I’ve been an avid user of Freecycle (www.freecycle.org) since it first appeared, about a decade ago. “The Freecycle Network™ is made up of 5,285 groups with 9,182,159 members around the world. It’s a grassroots and entirely nonprofit movement of people who are giving (and getting) stuff for free in their own towns. It’s all about reuse and keeping good stuff out of landfills. Each local group is moderated by local volunteers (them’s good people). Membership is free.”
You give, and you get. As a member of several groups (you can join as many as make sense to your location) and the moderator of one, I’ve seen everything from food to clothing to furniture, professional equipment, and oddities be offered. I’ve even seen cars, trailers, and once – a boat! – be recycled. It’s a terrific way to spring clean or downsize, while giving to those who have a need, and feeling great about keeping perfectly good items out of landfills.
There are no strings attached, which instills a sense of generosity of spirit. Similar groups have sprung up as well, usually specific to geographical areas, that operate in the same manner. Google FreeTOreuse, or Trash Nothing! for instructions on how to join those groups.
Most of the freecycling groups will offer some basic rules and cautions. I’ve had little problem with either the items I’ve offered, or the items I’ve collected, but you want to use some basic common sense when interacting with people you don’t know. The majority of freecyclers prefer to leave or pickup items from door steps or porches.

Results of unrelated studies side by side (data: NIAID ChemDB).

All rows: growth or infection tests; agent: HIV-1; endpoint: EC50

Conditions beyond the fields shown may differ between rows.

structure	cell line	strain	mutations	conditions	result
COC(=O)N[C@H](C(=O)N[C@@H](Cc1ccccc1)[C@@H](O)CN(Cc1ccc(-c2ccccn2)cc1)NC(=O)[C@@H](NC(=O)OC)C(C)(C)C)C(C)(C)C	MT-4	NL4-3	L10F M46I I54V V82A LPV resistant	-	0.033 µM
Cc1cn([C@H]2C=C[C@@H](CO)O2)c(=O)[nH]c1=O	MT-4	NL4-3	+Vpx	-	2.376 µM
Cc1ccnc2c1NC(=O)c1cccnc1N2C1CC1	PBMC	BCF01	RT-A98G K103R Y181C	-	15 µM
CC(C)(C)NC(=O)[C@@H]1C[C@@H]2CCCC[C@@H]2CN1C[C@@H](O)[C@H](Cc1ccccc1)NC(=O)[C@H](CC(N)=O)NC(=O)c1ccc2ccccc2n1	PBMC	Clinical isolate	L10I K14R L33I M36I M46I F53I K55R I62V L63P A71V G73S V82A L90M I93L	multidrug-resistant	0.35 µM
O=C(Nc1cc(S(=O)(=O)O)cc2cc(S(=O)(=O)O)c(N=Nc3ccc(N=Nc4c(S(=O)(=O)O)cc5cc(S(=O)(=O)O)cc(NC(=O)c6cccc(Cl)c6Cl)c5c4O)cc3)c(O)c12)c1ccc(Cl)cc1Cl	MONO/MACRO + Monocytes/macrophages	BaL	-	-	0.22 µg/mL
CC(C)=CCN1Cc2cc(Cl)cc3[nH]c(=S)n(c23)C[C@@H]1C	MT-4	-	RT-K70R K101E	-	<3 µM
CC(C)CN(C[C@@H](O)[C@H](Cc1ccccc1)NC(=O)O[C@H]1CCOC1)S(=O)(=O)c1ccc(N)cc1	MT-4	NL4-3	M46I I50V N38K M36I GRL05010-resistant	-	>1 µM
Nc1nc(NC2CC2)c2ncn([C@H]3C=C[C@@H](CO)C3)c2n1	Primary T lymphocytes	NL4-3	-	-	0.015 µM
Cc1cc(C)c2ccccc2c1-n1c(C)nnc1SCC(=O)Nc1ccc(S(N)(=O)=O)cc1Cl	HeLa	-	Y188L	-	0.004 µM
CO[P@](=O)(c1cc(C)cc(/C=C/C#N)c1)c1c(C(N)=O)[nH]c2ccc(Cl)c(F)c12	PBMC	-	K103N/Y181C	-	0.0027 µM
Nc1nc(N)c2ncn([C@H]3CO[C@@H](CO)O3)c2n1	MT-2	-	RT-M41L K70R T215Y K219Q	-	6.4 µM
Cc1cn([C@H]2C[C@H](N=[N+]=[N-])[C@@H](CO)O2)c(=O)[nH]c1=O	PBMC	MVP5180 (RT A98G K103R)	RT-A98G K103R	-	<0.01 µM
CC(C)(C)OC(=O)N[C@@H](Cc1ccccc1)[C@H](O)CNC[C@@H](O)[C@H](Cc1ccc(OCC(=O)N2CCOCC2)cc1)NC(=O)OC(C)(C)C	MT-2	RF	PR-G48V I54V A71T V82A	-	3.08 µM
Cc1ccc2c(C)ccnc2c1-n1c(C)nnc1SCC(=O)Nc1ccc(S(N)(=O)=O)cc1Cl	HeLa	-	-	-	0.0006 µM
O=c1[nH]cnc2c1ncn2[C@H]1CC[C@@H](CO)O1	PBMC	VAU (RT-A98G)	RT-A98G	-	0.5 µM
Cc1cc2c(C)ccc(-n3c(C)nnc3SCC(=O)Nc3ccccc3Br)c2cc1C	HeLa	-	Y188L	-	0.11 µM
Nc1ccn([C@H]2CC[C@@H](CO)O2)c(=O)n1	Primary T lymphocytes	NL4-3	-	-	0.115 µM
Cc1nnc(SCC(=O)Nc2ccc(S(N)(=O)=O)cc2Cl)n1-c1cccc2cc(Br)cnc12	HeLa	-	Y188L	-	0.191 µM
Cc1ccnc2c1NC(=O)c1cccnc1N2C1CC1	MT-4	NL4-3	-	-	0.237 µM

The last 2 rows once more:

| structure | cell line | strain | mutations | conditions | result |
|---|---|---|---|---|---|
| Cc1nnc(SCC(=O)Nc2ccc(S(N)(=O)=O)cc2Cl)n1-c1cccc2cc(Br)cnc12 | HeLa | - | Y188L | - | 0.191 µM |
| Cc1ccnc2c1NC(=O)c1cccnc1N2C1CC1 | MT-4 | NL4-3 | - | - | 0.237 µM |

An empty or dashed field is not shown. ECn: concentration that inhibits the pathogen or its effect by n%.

So now that you’ve got your basic material needs covered, you need somewhere to keep your stuff.
Community living is quickly becoming an affordable way to share space and costs. Once standard amongst students and musicians, the crazy price of real estate has brought back the practice for all who cannot or will not pay sky high rents. It’s also a great way to sample an area, without committing to long term leases. You can find Facebook groups that list sublets and temporary living spaces in your area, or somewhere you’d like to be.
For those with champagne tastes and beer budgets, sharing a living space can mean a major lifestyle upgrade – if you can handle your roommates’ personalities. A group of twenty-somethings with like tastes can rent a great space, if they’re pooling their cash. Shared living opens up possibilities that might not have been in the budget for a single renter.
I’ve been talking about a ‘rock and roll retirement home’ for years. It only makes sense for those in similar fields and with similar backgrounds to pool resources in a way that allows freer expression than that most commonly seen in retirement homes. I’m just hoping I can get it off the ground before it’s time to move in!
It’s possible to live fairly well on a limited budget, if you are open to changing hard-wired views and beliefs. The market has spent billions convincing buyers to spend. But you don’t have to buy what they’re selling. There’s a whole new world of possibilities within the sharing economy.